Do All Violins Sound The Same? (With Examples)

Are you a music lover? Do you enjoy bittersweet melodies? If so, you’ll be interested in this article because you’ll get to learn about violins and their varying timbres. 

Violins are among the well-known instruments worldwide because of their adaptability. They play different styles of music and in various tones.

But are all violins the same? Better yet, do all violins sound the same? Follow this article for answers!


All Violins do not sound the same for many reasons. Different types of violins produce different sounds. They also vary according to music genres, specific periods, and sizes. 

For example, electric violins produce different sounds from classical ones. And baroque Violins produced different sounds from classical ones.  

What Types of Violins are There?

There are many different types of violins, divided by age and size.


Violins have flourished across ages, from stringed instruments to electrical ones. Here’s a rundown of the different types and their development.

Pre-Baroque Stringed Instruments

The first violin ever made was named the “baroque.” Before it, some stringed musical devices resembled the violin. Examples of these are the viol, three-stringed Violetta, lira de braccio, and Byzantine Empire.

Both the viol and lira are held opposite to the chin, and the Byzantine Empire is gripped upright. 

Meanwhile, the three-stringed Violetta is put under the chin. 

The Baroque Violin

The baroque is the chief of violins. It was invented in the 16th century, donning a shallow and thick neck angle to provide tension on the strings. The pressure differs from one type to another. For example, Baroque violins have less tension than modern ones.

The baroque’s bow also differs from the modern’s. It’s shorter and shaped like an arrow. 

The Modern Violin

The modern violin is known as the “classical violin”. It was made between the 18th and 19th centuries. The way it’s designed, it has a thin neck and high tension of strings. Musicians often assess other violins according to this one because it’s the most common. 

What distinguishes the modern violin is its comfortable fittings. One of these is the chin rest, which facilitates the playing process.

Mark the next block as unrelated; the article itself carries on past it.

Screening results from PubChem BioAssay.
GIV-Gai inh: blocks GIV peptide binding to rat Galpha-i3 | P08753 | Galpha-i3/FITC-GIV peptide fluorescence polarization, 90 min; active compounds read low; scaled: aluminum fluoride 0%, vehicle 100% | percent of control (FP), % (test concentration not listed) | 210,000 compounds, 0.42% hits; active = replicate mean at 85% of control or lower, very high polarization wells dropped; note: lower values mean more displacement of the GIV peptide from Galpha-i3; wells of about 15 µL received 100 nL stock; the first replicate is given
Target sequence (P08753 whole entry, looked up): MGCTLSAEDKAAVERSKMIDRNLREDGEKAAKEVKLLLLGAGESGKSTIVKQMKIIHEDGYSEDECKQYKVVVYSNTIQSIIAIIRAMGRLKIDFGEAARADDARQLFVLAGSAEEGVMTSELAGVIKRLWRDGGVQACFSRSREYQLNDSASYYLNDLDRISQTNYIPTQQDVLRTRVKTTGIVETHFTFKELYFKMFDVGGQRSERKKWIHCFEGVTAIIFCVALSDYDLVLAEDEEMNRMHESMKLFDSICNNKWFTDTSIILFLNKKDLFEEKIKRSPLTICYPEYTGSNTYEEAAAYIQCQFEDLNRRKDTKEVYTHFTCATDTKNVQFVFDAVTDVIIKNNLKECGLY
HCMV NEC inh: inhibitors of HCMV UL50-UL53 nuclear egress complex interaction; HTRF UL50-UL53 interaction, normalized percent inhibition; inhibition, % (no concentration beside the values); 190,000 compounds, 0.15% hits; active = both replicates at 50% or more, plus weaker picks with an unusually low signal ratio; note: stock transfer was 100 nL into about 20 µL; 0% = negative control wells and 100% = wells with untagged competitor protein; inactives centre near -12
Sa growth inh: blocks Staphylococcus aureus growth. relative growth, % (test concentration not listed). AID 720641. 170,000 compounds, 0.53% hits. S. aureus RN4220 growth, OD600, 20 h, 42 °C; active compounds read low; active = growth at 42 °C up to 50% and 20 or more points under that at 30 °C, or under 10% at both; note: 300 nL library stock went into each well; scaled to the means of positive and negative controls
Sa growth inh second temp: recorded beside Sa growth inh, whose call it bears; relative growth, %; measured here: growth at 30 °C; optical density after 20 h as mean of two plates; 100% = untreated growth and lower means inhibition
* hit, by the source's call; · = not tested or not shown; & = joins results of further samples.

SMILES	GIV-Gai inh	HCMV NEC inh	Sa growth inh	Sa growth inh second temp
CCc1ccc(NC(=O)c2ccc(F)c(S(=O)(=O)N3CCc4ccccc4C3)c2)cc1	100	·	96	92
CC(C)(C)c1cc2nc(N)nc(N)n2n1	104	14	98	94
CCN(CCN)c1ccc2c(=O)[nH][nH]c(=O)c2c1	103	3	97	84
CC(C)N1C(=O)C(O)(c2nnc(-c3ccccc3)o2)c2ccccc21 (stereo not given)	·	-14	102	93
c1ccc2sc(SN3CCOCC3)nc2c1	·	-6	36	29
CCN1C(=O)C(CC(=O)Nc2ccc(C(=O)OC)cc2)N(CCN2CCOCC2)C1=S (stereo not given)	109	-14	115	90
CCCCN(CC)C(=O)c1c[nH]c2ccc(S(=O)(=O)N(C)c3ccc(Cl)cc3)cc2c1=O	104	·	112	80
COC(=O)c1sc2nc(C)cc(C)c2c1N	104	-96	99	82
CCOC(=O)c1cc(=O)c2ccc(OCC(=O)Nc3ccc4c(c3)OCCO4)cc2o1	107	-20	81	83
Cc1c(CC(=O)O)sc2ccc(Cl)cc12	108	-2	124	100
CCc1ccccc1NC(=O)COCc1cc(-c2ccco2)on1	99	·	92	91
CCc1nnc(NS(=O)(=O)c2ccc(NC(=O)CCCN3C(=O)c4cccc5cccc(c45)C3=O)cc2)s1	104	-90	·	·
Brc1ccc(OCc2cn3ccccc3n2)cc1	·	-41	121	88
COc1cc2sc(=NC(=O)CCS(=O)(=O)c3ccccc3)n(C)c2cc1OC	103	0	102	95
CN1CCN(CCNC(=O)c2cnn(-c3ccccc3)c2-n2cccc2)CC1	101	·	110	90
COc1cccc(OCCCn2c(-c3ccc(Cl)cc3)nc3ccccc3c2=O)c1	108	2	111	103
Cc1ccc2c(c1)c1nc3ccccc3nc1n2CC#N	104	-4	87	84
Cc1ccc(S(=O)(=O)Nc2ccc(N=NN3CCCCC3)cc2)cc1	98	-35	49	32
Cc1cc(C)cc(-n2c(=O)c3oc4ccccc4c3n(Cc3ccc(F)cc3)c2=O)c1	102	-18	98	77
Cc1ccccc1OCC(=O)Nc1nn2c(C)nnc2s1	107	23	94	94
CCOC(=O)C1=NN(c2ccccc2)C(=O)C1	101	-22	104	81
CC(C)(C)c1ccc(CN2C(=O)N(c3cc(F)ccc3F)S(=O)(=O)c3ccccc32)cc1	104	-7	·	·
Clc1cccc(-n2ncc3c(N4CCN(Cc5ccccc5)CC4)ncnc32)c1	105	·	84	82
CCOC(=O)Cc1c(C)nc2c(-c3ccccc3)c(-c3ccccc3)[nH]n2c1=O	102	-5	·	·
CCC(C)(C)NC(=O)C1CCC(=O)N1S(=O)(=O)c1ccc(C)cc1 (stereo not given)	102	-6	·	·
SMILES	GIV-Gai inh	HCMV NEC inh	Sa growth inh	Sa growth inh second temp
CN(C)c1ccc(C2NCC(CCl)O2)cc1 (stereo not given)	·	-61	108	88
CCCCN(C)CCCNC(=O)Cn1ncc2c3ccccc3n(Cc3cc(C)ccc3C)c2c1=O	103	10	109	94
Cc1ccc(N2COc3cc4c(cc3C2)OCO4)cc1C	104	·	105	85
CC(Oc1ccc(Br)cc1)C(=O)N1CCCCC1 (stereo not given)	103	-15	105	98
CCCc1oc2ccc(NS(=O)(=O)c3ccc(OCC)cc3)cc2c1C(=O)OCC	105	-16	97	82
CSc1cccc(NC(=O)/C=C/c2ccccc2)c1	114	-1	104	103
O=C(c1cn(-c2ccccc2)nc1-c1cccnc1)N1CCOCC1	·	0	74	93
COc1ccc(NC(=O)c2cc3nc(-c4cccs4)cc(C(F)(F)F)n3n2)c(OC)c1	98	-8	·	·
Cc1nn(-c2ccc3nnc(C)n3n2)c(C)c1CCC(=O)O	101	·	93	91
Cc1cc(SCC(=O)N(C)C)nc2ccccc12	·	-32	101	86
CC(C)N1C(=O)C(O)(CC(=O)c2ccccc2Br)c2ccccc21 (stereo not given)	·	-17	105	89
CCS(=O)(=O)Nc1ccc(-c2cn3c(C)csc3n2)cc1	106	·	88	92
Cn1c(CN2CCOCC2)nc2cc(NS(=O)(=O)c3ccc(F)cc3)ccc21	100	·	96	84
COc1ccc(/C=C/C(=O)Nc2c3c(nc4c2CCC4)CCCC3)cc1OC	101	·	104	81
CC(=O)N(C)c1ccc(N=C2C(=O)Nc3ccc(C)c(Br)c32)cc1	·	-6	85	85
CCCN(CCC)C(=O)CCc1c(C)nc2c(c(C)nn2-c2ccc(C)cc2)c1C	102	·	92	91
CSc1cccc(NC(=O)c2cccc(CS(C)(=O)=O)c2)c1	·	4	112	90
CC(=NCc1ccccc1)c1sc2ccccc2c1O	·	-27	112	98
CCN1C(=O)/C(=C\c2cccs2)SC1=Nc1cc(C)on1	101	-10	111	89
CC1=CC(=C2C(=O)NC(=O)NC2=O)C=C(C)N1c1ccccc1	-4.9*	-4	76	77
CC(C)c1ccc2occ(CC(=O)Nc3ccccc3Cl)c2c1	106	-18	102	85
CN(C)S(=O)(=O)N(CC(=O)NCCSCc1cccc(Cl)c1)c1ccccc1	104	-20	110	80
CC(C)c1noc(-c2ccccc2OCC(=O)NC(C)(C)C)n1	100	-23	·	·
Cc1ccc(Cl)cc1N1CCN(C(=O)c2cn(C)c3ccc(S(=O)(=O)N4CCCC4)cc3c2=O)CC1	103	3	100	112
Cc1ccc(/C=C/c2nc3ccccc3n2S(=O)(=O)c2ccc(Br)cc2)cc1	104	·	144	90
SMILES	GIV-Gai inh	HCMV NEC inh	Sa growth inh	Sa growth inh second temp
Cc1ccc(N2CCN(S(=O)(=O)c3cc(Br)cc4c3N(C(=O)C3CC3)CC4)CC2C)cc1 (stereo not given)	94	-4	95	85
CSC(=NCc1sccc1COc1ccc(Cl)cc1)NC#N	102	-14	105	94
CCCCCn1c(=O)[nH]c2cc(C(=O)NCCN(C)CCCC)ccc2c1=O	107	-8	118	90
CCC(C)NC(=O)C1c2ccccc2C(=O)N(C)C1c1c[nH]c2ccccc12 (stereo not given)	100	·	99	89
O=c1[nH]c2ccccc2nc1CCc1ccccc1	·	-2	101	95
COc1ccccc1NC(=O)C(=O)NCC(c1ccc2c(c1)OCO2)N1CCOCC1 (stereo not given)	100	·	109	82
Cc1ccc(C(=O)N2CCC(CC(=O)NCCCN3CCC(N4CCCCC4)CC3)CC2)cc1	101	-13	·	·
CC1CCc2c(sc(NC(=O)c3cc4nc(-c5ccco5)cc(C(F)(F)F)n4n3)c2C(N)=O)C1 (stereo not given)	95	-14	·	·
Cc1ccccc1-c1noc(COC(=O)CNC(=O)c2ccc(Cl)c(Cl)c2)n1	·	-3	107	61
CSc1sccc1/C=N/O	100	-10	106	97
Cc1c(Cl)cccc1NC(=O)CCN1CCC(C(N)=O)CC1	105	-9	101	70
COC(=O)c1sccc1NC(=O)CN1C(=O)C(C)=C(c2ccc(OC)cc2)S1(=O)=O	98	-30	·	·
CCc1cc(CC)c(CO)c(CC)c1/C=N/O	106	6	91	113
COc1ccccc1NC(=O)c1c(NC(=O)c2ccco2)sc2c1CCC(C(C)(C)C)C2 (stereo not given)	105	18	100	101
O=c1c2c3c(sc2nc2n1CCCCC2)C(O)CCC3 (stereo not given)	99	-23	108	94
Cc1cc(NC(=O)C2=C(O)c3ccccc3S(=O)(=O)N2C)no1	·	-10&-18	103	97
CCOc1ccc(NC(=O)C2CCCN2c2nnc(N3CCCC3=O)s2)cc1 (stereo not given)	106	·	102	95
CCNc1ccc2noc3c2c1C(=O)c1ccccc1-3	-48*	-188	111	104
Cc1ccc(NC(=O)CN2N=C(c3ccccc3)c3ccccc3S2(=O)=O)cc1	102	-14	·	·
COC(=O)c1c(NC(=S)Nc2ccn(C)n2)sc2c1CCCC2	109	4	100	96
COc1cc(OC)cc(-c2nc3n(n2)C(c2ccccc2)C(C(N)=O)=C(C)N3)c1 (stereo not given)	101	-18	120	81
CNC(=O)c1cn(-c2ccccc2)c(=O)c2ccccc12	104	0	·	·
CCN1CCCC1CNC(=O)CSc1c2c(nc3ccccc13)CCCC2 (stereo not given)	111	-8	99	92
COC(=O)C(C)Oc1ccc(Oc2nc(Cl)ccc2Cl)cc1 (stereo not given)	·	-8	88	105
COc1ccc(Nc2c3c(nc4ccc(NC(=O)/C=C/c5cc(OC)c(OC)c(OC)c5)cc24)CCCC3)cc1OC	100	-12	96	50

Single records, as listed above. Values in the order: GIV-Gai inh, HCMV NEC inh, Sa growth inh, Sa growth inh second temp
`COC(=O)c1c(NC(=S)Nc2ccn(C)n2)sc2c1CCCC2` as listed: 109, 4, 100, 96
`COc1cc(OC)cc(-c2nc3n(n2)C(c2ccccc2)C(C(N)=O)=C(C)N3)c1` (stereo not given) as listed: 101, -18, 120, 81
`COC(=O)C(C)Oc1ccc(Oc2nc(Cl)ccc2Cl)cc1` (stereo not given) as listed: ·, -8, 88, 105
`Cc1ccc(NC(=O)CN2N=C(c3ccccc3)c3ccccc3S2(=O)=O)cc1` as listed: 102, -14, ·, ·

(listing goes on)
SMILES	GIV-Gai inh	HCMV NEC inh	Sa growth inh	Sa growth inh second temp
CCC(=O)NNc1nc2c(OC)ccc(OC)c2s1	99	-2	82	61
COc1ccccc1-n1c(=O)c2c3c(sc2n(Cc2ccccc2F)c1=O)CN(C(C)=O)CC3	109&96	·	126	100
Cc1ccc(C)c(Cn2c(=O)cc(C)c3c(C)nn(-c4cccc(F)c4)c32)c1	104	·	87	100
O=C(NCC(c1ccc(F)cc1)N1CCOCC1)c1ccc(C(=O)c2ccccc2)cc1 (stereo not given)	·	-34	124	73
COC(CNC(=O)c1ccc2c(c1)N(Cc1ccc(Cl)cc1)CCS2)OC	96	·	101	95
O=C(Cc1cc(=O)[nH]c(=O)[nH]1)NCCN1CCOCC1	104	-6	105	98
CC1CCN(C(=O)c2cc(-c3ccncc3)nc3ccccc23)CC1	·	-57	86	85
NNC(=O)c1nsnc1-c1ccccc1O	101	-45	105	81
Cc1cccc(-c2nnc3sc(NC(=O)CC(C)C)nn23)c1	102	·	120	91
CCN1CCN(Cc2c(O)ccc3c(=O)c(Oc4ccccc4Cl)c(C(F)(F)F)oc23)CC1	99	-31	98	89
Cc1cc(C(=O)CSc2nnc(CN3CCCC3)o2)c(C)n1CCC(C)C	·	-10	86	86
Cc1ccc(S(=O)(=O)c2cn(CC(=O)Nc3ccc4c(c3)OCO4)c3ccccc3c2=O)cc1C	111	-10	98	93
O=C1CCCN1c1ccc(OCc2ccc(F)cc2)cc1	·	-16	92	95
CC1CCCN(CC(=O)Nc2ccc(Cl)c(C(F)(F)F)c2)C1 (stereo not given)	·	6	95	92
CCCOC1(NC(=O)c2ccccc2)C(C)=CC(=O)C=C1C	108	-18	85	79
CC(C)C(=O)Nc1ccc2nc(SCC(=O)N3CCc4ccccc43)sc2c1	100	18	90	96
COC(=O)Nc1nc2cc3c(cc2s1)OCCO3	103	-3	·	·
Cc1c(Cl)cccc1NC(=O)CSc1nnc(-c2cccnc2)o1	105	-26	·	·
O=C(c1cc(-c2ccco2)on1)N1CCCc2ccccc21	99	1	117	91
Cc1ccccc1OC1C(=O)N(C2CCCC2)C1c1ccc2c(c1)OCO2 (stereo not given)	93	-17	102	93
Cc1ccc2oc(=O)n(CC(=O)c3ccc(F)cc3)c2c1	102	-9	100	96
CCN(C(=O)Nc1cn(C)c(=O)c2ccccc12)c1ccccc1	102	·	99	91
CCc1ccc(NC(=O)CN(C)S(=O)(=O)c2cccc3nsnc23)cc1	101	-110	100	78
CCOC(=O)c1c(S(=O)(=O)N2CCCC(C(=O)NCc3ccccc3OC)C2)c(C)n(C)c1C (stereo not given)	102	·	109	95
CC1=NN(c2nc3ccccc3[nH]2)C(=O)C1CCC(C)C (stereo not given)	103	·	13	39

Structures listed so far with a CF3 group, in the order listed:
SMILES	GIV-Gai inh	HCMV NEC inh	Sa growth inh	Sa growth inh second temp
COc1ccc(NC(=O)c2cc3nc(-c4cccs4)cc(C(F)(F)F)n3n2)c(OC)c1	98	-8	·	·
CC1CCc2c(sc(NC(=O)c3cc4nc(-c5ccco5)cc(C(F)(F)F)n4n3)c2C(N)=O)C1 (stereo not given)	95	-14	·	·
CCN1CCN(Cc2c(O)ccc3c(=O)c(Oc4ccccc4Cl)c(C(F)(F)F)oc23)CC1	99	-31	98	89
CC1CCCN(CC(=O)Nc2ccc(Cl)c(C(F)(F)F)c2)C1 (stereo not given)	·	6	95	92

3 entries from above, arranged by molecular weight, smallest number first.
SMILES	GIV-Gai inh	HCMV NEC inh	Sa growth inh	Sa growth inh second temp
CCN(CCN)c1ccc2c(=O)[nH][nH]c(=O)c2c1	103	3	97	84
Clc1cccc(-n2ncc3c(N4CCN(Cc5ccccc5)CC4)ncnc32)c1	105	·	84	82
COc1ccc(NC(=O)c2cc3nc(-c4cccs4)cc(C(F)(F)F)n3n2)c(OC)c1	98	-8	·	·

Stroh Violins

The Stroh violin is named “violinophone” or “horn violin.” It has a loud sound because of its horn, which substitutes the soundbox. The concept of a violin without a sound box is unfamiliar, so it’s not as popular as the other types.

The Semi-electric Violin

The semi-electric violin creates music acoustically. It’s supplied with a pick-up to magnify the sound electronically. This type preserves the acoustic sound better than the electric violin. 

The Silent Violin (or Electric Violin)

The silent violin’s name may deceive you, but it isn’t quiet. Instead, it is electrical. 

As a result, it sounds like a muted, regular violin when not plugged into the amplifier. 


Violin sizes mainly vary to suit people’s different ages: children, teenagers, and adults. The sizes are measured as fractions of a whole. So violins that differ in size are called “fractional violins.” 

Fractional violins’ sizes are categorized from the smallest to the largest as next: 

  • 1/64 violins: They are made for young children. However, they’re rarely found or used. 
  • 1/16 violins: These are suitable for children from three to five years old. 
  • 1/10, 1/8, and 1/4: They’re usually used by children aged four to seven. 
  • ½ violins: Half-size violins are for eight to ten-year-old children.
  • ¾ violins: Used by young teenagers. 
  • Full-size violins: These are made for adults

What Is the Difference Between a Violin and a Fiddle?

If I gave you a violin and a fiddle, would you be able to differentiate between them? Probably not!

Design-wise, you can’t distinguish between a violin and a fiddle. The only variation is the style of music. If you’re playing classical, you’re playing the violin. 

If you’re playing folk or country music, you’re playing a fiddle. Fiddle music is also associated with any foreign genre of music. 

Do All Violins Sound the Same?

Violins don’t have similar sounds. For example, acoustic violin music is more intense than classical. Adding a delay can also change the sound of an electric violin.

On top of that, strings’ thickness affects the sound of violins. Thick strings generate low and clear music, while thin ones produce rich sounds.